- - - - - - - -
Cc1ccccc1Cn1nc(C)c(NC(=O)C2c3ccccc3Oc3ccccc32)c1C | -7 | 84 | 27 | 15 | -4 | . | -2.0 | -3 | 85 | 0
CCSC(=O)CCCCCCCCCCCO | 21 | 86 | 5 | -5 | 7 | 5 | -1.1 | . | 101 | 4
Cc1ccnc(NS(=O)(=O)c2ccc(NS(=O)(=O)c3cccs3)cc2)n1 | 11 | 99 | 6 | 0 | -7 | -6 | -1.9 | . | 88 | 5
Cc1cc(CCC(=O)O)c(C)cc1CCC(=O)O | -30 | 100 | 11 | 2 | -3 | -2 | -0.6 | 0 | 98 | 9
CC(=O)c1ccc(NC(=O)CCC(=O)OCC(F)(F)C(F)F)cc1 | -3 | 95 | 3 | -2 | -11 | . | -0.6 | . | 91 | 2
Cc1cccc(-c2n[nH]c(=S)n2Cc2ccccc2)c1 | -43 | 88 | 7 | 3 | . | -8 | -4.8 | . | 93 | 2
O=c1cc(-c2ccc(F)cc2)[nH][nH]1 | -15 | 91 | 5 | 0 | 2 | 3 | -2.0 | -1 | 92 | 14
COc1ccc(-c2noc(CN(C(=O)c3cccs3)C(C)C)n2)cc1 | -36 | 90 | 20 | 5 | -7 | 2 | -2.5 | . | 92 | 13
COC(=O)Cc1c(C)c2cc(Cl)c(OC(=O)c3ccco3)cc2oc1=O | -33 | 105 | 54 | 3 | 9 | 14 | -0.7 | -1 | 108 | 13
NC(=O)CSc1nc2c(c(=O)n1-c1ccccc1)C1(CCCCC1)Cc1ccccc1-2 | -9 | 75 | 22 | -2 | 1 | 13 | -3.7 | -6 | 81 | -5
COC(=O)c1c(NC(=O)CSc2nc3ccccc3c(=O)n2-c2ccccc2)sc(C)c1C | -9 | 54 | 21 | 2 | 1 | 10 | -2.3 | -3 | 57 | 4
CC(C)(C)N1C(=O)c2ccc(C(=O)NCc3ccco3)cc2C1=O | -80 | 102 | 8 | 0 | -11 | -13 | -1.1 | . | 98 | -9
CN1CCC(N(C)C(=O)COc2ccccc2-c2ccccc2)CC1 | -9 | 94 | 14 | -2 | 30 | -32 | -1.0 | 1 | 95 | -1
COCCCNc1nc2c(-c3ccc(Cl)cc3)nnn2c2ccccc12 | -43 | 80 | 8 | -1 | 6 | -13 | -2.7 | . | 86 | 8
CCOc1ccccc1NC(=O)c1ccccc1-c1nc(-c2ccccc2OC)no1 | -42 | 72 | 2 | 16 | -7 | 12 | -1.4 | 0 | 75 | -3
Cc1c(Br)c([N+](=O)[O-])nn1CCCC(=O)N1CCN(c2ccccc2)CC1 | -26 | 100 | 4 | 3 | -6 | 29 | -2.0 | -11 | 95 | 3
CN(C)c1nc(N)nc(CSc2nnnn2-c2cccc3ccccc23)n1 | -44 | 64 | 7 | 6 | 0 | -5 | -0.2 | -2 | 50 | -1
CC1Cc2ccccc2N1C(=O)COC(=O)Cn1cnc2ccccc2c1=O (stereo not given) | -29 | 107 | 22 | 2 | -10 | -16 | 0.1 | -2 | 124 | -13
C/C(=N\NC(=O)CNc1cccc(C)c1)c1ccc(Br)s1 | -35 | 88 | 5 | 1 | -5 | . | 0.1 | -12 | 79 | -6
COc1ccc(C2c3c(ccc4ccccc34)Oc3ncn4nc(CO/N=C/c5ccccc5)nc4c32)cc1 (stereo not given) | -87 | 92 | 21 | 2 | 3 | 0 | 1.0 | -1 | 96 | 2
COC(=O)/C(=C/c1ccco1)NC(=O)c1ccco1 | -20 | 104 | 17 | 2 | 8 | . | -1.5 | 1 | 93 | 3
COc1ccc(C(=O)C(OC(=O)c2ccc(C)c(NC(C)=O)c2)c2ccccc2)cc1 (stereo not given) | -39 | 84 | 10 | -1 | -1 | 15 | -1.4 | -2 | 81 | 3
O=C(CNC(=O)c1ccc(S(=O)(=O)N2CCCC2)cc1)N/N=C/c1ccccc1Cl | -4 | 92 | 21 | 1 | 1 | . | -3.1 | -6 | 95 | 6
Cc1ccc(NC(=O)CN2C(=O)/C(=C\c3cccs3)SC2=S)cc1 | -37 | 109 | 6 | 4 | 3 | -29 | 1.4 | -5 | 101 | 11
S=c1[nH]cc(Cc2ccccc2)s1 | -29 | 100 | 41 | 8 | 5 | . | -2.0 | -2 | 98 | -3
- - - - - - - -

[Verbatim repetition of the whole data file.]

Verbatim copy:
Cc1ccccc1Cn1nc(C)c(NC(=O)C2c3ccccc3Oc3ccccc32)c1C | -7 | 84 | 27 | 15 | -4 | . | -2.0 | -3 | 85 | 0
CCSC(=O)CCCCCCCCCCCO | 21 | 86 | 5 | -5 | 7 | 5 | -1.1 | . | 101 | 4
Cc1ccnc(NS(=O)(=O)c2ccc(NS(=O)(=O)c3cccs3)cc2)n1 | 11 | 99 | 6 | 0 | -7 | -6 | -1.9 | . | 88 | 5
Cc1cc(CCC(=O)O)c(C)cc1CCC(=O)O | -30 | 100 | 11 | 2 | -3 | -2 | -0.6 | 0 | 98 | 9
CC(=O)c1ccc(NC(=O)CCC(=O)OCC(F)(F)C(F)F)cc1 | -3 | 95 | 3 | -2 | -11 | . | -0.6 | . | 91 | 2
Cc1cccc(-c2n[nH]c(=S)n2Cc2ccccc2)c1 | -43 | 88 | 7 | 3 | . | -8 | -4.8 | . | 93 | 2
O=c1cc(-c2ccc(F)cc2)[nH][nH]1 | -15 | 91 | 5 | 0 | 2 | 3 | -2.0 | -1 | 92 | 14
COc1ccc(-c2noc(CN(C(=O)c3cccs3)C(C)C)n2)cc1 | -36 | 90 | 20 | 5 | -7 | 2 | -2.5 | . | 92 | 13
COC(=O)Cc1c(C)c2cc(Cl)c(OC(=O)c3ccco3)cc2oc1=O | -33 | 105 | 54 | 3 | 9 | 14 | -0.7 | -1 | 108 | 13
NC(=O)CSc1nc2c(c(=O)n1-c1ccccc1)C1(CCCCC1)Cc1ccccc1-2 | -9 | 75 | 22 | -2 | 1 | 13 | -3.7 | -6 | 81 | -5
COC(=O)c1c(NC(=O)CSc2nc3ccccc3c(=O)n2-c2ccccc2)sc(C)c1C | -9 | 54 | 21 | 2 | 1 | 10 | -2.3 | -3 | 57 | 4
CC(C)(C)N1C(=O)c2ccc(C(=O)NCc3ccco3)cc2C1=O | -80 | 102 | 8 | 0 | -11 | -13 | -1.1 | . | 98 | -9
CN1CCC(N(C)C(=O)COc2ccccc2-c2ccccc2)CC1 | -9 | 94 | 14 | -2 | 30 | -32 | -1.0 | 1 | 95 | -1
COCCCNc1nc2c(-c3ccc(Cl)cc3)nnn2c2ccccc12 | -43 | 80 | 8 | -1 | 6 | -13 | -2.7 | . | 86 | 8
CCOc1ccccc1NC(=O)c1ccccc1-c1nc(-c2ccccc2OC)no1 | -42 | 72 | 2 | 16 | -7 | 12 | -1.4 | 0 | 75 | -3
Cc1c(Br)c([N+](=O)[O-])nn1CCCC(=O)N1CCN(c2ccccc2)CC1 | -26 | 100 | 4 | 3 | -6 | 29 | -2.0 | -11 | 95 | 3
CN(C)c1nc(N)nc(CSc2nnnn2-c2cccc3ccccc23)n1 | -44 | 64 | 7 | 6 | 0 | -5 | -0.2 | -2 | 50 | -1
CC1Cc2ccccc2N1C(=O)COC(=O)Cn1cnc2ccccc2c1=O (stereo not given) | -29 | 107 | 22 | 2 | -10 | -16 | 0.1 | -2 | 124 | -13
C/C(=N\NC(=O)CNc1cccc(C)c1)c1ccc(Br)s1 | -35 | 88 | 5 | 1 | -5 | . | 0.1 | -12 | 79 | -6
COc1ccc(C2c3c(ccc4ccccc34)Oc3ncn4nc(CO/N=C/c5ccccc5)nc4c32)cc1 (stereo not given) | -87 | 92 | 21 | 2 | 3 | 0 | 1.0 | -1 | 96 | 2
COC(=O)/C(=C/c1ccco1)NC(=O)c1ccco1 | -20 | 104 | 17 | 2 | 8 | . | -1.5 | 1 | 93 | 3
COc1ccc(C(=O)C(OC(=O)c2ccc(C)c(NC(C)=O)c2)c2ccccc2)cc1 (stereo not given) | -39 | 84 | 10 | -1 | -1 | 15 | -1.4 | -2 | 81 | 3
O=C(CNC(=O)c1ccc(S(=O)(=O)N2CCCC2)cc1)N/N=C/c1ccccc1Cl | -4 | 92 | 21 | 1 | 1 | . | -3.1 | -6 | 95 | 6
Cc1ccc(NC(=O)CN2C(=O)/C(=C\c3cccs3)SC2=S)cc1 | -37 | 109 | 6 | 4 | 3 | -29 | 1.4 | -5 | 101 | 11
S=c1[nH]cc(Cc2ccccc2)s1 | -29 | 100 | 41 | 8 | 5 | . | -2.0 | -2 | 98 | -3